Forgiveness is the final form of love. [Reinhold Niebuhr]

Hopefully, none of you have anything so horrific to forgive, but here's the thing. Holding a grudge about something, big or small, whether it occurred years and years ago or as recently as today, only serves to strengthen the venom of hatred. So if you think about it, withholding forgiveness is like trying to poison someone else by swallowing the poison yourself.

Forgiveness is unlocking the door to set someone free and realizing you were the prisoner. [Max Lucado]

So why a post about forgiveness? Because there's an enormous amount of vitriol in today's world, threatening to tear us apart by building walls between us and dividing us by our perceived differences. But we are far more alike than different, and we don't need more walls. We need bridges of love, compassion, and forgiveness to bring us together. In the face of insane happenings in the world, I must believe that love can... and will... overcome evil. And it begins with each one of us.

                                     Until next time, take care of yourselves. And each other.

Where there is hatred, let me sow love; where there is injury, pardon; where there is doubt, faith; where there is despair, hope; where there is darkness, light; where there is sadness, joy. [St. Francis]

Forgive others not because they deserve forgiveness, but because you deserve peace. [Mother Theresa]

Friday, October 20, 2017

A Grace-ful Tale

Thought for the day:  Finishing a good book is like leaving good friends. [William Feather]

That Feather dude knew what he was talking about, didn't he? That's exactly how I feel after I finish reading a good book, and exactly how I felt after finishing the book I'm gonna tell you about today.

The lovely Carol Kilgore launched her latest book earlier this week. Okay, so maybe it's a little late to announce the lift-off.  By now, her book is waaaay up there in the stratosphere somewhere, but at least by waiting until today to post about her book, I can honestly say I've already read it... and I LOVE it.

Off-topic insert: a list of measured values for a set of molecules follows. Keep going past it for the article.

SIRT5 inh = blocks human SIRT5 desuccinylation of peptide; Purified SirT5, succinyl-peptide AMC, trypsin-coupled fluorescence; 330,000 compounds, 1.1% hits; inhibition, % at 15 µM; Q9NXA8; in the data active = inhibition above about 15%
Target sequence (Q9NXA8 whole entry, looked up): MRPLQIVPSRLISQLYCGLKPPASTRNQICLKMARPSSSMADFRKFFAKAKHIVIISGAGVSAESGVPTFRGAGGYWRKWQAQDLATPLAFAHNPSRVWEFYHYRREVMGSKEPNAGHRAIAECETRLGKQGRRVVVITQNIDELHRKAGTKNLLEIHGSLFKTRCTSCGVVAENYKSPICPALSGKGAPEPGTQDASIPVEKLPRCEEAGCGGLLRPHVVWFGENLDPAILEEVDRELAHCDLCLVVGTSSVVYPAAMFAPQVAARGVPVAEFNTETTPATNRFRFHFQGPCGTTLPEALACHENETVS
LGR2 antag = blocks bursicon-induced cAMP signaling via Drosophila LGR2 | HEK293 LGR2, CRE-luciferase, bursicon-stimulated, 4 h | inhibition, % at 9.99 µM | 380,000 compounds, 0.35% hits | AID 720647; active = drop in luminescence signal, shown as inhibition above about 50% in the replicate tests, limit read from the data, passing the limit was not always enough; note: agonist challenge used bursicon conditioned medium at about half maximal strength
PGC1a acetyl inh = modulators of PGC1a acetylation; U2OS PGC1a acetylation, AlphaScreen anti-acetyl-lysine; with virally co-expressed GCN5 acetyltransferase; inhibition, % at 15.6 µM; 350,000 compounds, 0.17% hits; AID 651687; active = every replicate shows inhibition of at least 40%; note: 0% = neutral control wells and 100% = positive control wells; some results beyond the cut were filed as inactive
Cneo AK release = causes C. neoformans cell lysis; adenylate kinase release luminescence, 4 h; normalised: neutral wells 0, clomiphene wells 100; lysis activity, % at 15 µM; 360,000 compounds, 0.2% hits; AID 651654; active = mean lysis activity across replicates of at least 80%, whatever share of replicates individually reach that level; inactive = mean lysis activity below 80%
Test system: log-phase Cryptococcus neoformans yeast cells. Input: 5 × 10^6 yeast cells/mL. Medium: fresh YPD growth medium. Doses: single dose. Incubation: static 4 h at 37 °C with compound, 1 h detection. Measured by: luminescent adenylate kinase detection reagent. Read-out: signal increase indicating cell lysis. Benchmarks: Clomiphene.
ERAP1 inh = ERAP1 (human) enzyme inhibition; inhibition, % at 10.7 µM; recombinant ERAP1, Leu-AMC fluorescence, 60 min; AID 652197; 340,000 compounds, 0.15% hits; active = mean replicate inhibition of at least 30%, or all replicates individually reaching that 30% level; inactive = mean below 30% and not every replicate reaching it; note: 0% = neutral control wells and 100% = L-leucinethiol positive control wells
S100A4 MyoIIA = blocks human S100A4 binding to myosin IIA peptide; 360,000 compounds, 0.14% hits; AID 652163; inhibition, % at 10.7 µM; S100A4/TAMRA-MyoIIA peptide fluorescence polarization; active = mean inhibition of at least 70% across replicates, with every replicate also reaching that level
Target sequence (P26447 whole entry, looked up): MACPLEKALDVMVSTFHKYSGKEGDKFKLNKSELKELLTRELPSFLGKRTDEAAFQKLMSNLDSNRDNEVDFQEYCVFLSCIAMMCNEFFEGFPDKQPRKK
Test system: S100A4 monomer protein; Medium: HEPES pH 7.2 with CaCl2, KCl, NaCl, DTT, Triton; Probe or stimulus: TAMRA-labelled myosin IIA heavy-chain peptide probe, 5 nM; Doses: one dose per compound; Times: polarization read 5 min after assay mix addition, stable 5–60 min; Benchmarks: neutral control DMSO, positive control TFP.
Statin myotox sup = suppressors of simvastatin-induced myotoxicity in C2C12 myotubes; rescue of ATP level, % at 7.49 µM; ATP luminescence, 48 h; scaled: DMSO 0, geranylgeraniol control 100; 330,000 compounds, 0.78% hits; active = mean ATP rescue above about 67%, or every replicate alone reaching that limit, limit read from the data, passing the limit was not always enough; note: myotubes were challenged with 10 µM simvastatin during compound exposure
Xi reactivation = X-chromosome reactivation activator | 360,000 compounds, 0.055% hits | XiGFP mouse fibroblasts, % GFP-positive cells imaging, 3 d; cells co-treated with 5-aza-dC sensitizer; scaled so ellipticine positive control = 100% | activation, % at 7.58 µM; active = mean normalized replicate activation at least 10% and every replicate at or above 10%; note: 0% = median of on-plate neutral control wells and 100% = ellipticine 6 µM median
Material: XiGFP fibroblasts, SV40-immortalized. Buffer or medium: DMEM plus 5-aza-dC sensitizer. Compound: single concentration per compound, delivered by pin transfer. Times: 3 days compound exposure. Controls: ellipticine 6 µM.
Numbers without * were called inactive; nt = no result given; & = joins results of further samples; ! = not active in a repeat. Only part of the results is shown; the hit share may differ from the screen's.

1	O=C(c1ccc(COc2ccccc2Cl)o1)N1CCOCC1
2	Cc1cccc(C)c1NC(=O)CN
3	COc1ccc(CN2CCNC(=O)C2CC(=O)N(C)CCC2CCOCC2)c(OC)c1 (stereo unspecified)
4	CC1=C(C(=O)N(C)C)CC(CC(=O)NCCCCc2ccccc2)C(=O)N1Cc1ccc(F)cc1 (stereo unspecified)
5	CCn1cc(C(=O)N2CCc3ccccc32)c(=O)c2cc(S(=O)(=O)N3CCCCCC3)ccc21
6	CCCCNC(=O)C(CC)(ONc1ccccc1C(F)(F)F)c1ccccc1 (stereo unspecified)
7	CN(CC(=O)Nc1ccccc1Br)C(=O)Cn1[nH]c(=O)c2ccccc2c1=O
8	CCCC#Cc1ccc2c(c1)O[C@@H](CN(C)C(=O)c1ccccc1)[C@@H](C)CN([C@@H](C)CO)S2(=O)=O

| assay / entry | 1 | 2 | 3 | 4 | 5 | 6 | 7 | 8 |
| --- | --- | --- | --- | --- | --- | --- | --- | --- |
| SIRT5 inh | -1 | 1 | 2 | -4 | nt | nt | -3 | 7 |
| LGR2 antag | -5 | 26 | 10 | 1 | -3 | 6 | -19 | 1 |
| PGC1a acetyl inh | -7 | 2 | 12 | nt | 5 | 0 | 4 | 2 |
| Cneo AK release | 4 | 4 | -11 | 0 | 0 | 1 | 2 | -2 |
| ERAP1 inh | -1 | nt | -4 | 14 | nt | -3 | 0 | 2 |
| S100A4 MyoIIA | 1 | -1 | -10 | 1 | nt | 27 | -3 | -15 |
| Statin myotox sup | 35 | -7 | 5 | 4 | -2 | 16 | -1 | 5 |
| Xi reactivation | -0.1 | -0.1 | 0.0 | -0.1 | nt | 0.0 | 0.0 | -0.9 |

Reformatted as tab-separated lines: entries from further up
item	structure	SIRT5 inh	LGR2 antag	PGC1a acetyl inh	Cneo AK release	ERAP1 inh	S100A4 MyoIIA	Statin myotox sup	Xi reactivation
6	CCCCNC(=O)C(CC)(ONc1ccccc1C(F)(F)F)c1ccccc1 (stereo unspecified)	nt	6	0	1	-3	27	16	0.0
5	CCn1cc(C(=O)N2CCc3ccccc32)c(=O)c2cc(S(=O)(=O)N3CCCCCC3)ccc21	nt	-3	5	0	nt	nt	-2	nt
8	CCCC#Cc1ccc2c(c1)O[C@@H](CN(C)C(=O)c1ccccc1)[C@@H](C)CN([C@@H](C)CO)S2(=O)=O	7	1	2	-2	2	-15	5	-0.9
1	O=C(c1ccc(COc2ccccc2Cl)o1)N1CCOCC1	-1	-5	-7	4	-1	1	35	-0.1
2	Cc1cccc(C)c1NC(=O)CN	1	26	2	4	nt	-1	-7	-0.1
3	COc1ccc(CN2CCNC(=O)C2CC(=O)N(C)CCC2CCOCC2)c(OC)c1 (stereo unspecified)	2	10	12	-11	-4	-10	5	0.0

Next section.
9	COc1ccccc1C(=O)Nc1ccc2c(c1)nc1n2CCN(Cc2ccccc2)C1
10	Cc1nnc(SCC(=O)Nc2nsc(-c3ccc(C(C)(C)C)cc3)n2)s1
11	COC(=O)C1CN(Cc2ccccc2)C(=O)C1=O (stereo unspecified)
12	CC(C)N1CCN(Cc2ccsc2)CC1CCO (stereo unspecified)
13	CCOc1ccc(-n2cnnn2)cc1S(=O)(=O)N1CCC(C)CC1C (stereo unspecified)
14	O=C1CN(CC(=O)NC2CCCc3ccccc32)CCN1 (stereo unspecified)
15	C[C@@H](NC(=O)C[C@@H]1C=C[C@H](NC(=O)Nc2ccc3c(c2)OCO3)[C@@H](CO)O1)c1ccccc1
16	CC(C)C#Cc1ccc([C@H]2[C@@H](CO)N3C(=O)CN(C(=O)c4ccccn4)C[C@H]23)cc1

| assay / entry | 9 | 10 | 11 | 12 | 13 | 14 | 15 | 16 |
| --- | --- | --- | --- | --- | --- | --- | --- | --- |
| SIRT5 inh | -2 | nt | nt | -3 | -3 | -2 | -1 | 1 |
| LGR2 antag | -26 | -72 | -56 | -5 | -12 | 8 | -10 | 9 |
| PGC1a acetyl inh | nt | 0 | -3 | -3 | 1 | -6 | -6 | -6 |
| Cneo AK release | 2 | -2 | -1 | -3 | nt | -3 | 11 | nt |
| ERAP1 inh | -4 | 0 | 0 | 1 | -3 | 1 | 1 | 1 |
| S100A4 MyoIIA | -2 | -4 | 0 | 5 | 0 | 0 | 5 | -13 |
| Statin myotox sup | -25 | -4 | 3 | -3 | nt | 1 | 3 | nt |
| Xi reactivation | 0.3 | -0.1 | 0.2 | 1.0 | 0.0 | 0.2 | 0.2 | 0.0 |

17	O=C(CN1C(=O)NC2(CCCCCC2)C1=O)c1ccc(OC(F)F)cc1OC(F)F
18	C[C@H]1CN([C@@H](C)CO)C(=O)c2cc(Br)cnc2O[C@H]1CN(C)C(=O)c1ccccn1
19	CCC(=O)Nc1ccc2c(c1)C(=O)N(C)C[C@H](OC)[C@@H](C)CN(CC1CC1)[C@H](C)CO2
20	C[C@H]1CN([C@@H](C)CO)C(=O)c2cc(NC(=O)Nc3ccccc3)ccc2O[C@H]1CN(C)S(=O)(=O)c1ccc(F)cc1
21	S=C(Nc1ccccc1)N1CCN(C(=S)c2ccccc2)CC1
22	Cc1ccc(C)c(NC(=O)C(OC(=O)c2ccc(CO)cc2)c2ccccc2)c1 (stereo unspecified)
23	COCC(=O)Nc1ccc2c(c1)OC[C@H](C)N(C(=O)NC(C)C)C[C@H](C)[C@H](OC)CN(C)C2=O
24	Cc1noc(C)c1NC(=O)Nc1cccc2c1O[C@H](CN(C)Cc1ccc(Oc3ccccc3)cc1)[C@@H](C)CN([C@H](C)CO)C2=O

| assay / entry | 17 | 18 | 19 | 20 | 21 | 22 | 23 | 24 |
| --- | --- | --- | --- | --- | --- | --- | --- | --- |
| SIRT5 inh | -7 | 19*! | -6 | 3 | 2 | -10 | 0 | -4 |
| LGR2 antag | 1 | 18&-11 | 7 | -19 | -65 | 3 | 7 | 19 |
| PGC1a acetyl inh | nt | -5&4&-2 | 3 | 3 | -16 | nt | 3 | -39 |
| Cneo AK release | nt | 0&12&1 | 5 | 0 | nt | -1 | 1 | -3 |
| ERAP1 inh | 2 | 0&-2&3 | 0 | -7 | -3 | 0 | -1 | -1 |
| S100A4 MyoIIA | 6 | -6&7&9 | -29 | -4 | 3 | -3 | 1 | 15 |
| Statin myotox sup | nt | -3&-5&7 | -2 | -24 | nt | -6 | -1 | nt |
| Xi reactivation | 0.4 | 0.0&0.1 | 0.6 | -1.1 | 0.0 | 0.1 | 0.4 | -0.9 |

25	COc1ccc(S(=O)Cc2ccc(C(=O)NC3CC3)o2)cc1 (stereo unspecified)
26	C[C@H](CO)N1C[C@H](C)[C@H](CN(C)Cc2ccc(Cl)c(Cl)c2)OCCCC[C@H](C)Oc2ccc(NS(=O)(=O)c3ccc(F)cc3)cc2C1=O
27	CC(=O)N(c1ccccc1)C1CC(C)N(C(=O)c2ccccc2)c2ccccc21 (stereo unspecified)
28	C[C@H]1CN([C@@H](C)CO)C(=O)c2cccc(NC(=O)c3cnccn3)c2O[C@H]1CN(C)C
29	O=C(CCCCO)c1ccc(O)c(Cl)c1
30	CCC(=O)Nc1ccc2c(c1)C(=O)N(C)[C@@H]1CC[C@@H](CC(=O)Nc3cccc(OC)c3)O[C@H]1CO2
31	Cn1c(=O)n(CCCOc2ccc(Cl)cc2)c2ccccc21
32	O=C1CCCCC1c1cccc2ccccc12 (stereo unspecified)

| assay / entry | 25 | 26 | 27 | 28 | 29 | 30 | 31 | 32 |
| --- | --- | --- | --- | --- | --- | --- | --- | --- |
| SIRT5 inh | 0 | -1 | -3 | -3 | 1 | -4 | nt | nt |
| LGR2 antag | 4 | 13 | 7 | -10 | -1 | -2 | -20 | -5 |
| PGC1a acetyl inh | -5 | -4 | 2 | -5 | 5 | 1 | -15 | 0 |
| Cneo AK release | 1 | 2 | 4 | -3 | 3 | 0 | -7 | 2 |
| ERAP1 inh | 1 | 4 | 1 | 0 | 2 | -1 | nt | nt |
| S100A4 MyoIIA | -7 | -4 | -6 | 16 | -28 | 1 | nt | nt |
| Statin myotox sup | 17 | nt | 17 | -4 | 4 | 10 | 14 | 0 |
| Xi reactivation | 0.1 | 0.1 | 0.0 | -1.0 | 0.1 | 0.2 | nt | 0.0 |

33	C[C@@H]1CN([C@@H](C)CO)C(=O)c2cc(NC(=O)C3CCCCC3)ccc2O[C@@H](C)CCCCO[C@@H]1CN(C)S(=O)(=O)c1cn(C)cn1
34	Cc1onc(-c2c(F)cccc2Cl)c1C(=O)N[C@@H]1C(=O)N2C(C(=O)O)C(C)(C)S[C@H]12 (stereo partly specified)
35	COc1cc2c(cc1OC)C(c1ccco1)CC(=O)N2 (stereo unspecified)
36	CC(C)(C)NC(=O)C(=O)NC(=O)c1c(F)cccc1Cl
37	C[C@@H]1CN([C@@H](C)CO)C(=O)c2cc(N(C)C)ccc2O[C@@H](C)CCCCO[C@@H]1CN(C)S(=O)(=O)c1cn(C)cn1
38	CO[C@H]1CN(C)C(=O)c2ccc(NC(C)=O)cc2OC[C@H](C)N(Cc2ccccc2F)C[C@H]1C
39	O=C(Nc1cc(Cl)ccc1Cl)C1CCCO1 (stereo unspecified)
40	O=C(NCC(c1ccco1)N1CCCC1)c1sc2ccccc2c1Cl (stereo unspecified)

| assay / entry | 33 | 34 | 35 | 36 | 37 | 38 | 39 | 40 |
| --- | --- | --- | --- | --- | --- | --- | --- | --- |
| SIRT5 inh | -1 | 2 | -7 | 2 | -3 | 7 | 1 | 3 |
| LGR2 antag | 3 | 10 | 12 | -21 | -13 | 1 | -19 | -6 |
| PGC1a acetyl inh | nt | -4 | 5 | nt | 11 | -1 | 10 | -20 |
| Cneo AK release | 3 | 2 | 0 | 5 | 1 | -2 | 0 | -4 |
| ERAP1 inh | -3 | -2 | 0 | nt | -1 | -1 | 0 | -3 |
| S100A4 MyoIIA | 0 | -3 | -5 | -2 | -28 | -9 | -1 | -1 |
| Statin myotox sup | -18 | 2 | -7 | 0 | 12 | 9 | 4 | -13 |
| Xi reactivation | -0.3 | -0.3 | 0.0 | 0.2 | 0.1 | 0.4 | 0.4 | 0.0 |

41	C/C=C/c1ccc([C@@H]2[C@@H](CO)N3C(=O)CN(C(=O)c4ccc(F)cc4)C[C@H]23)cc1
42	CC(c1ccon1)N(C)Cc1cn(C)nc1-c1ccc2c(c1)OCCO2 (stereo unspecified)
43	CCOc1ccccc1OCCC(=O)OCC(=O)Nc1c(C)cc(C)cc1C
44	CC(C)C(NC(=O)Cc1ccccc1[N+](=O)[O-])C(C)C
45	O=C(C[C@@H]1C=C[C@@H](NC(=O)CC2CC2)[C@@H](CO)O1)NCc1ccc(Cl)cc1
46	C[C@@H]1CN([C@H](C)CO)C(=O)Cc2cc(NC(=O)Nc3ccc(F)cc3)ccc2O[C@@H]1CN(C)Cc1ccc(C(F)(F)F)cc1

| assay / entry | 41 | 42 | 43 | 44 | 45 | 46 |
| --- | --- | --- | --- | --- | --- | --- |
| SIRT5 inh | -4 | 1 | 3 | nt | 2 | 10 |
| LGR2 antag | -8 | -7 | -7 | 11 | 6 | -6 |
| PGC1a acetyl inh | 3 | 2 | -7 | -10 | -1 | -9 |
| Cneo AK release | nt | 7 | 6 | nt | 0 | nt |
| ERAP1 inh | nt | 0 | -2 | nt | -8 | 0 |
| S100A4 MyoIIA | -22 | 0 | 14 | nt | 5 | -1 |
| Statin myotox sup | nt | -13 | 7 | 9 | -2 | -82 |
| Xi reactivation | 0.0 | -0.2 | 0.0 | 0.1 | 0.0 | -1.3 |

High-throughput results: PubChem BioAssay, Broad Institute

There are many terrific characters in this book, but Gracie is the good friend I'm most looking forward to reconnecting with in the next book. She's klutzy, lovable, brave, super observant, and smart, smart, smart. I can't wait until Book Two launches!

Wanta hear more? Read on.

A Hot and Spicy Taste of Murder – and Beyond

Law enforcement consultant Gracie Hofner is assigned to a trendy San Antonio pastry shop to watch for a delivery. In addition to the intoxicating aromas of sugar and chocolate, she also has to fight her own attraction to the man working beside her, Donovan Beck. He’s a hunk and a half and perfect for a spring fling.

If she had more time, Donovan would rank higher on her to-do list. But the number one spot is occupied by her search for a missing little girl, the target of a killer. Gracie needs to find her pronto, and the odd super-instinct quirk that’s started plaguing her may help. If not, she can always see what happens if it tells her to buy a lottery ticket.

Jalapeno Cupcake Wench is the first book in The Amazing Gracie Trilogy, a story so big, it takes three books to tell it.

Brief Excerpt:

Chapter 1